The third principle of Jus in Bello, after Military Necessity and Humanity, is Honor. Is honor relevant in modern combat, or an archaic concept that died in the trenches of WW1? Col. Jayson Altieri, USA RET of the US Air War College joins Col. Mayer for the discussion.
Is Just War even possible in modern conflict? Big. Gen. (Chaplain) Patrick Dolan, retired Army Assistant Chief of Chaplains, discusses the possibilities.
Can a war ever be "Just"? Is the ancient concept of Just War still important in contemporary conflicts? What the citizens of the republic should know when the nation decides to use military force.
Mercenary, PMSC, PSC, PMC? Is there a difference? Does it matter? The Russians, along with some academics and media sources say no. Those of us trying to promote responsibility and accountability in the use of force disagree.
Answers to questions from podcast listeners from Dr. Deborah Avant, University of Denver and author of "The Market for Force" and Mr. Doug Brooks, President Emeritus of the International Stability Operations Association. They respond to questions about PMSCs, their status in international law, and interaction with military forces. In short, they answer, "Why follow the rules?"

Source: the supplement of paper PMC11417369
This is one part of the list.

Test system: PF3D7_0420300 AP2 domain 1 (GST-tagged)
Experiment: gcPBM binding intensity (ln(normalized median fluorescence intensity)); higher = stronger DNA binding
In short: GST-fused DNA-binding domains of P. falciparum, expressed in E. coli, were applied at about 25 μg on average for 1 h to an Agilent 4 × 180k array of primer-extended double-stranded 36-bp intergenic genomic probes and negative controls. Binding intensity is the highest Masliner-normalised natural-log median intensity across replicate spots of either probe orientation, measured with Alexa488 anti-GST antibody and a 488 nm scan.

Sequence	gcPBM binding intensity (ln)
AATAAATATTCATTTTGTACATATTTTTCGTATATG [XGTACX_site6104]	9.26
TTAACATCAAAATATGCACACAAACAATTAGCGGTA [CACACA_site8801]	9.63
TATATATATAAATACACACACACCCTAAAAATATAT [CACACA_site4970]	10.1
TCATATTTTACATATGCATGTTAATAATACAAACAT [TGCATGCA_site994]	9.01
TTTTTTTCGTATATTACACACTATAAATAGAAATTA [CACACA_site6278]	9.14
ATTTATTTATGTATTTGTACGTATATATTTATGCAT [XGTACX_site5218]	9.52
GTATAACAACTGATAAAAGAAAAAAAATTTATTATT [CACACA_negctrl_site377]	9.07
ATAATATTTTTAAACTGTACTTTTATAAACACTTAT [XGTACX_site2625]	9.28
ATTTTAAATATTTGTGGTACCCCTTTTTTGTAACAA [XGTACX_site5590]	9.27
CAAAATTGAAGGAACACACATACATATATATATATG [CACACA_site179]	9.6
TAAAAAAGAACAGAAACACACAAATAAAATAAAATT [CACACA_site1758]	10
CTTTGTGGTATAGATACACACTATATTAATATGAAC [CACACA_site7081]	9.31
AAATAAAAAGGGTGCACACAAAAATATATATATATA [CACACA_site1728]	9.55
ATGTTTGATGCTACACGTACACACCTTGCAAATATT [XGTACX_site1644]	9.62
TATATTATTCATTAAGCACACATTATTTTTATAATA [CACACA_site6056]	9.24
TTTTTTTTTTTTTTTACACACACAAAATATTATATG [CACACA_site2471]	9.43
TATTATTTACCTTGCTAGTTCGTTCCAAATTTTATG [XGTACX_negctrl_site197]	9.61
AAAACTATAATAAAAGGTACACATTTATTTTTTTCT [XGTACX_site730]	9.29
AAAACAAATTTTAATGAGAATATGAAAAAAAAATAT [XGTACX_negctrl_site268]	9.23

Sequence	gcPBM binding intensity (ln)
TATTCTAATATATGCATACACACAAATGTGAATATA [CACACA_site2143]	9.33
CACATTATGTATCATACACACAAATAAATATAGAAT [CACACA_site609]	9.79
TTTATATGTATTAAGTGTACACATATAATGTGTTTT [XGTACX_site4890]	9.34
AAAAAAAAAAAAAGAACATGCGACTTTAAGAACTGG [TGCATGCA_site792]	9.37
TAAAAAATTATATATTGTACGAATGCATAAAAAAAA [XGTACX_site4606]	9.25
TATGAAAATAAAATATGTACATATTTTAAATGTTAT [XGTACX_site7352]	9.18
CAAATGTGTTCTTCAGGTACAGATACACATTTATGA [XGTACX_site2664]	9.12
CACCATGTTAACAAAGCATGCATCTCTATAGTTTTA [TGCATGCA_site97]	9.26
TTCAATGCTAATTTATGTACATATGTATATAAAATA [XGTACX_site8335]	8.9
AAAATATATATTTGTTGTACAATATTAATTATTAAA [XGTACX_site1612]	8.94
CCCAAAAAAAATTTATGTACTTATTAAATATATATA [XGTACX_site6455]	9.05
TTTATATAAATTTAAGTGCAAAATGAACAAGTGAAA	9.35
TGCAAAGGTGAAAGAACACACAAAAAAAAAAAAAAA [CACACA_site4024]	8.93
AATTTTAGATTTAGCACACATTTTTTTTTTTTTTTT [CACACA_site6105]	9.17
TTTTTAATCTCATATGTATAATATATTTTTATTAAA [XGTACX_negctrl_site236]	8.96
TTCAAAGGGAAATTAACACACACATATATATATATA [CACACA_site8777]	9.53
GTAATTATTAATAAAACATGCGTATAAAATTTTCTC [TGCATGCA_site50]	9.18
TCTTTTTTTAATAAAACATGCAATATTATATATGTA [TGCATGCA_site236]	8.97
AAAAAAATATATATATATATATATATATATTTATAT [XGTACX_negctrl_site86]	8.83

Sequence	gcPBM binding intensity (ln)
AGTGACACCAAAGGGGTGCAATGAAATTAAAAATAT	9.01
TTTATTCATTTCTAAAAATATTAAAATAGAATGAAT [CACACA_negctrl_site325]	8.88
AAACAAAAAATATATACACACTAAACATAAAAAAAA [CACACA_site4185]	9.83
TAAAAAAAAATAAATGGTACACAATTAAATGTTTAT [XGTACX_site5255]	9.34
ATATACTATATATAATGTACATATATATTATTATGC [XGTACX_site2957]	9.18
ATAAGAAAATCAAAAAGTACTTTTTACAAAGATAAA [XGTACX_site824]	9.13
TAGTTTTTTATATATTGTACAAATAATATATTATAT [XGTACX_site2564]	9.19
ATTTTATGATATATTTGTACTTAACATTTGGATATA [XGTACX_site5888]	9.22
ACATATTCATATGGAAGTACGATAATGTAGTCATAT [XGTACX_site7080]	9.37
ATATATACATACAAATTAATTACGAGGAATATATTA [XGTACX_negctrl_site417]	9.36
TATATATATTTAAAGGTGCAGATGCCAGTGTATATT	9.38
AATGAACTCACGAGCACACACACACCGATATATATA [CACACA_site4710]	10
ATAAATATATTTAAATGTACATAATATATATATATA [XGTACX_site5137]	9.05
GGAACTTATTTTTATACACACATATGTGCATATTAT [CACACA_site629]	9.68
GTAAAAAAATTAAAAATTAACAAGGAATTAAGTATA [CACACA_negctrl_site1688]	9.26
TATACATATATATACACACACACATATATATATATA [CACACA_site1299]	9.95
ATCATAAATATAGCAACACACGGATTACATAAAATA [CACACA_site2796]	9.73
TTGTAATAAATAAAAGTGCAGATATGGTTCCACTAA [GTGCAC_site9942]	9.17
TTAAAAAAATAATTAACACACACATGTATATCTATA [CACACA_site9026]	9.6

The recent decision of the U.S. President regarding U.S. military forces in Syria offers an opportunity look at how the enduring substance of war continues to apply to modern conflict. I am not questioning the policy decision. Military force is the servant of policy and policy should always drive the use of military force. The question whether the enduring nature of war was addressed in developing that policy, including the deployment and redeployment of U.S. military force in Syria. So far, it looks hopeful that it was considered. As citizens of the republic, we must be watchful to see that actions follow words.
Only by understanding the nature of war can we learn the natural laws of war. Like other natural law, these are precepts or rules we can derive from observation and the use of reason. These natural laws of war may vary in application, but are applicable everywhere, at all times. The first rule is that, "Young men die." It is not a matter of choosing to follow them. They describe war as it is and always has been. History demonstrates that any success gained while ignoring any of these rules will be difficult and any victory will be temporary. Citizens of a republic should understand these fundamental natural laws of war and be on alert when anyone proposes to use military force.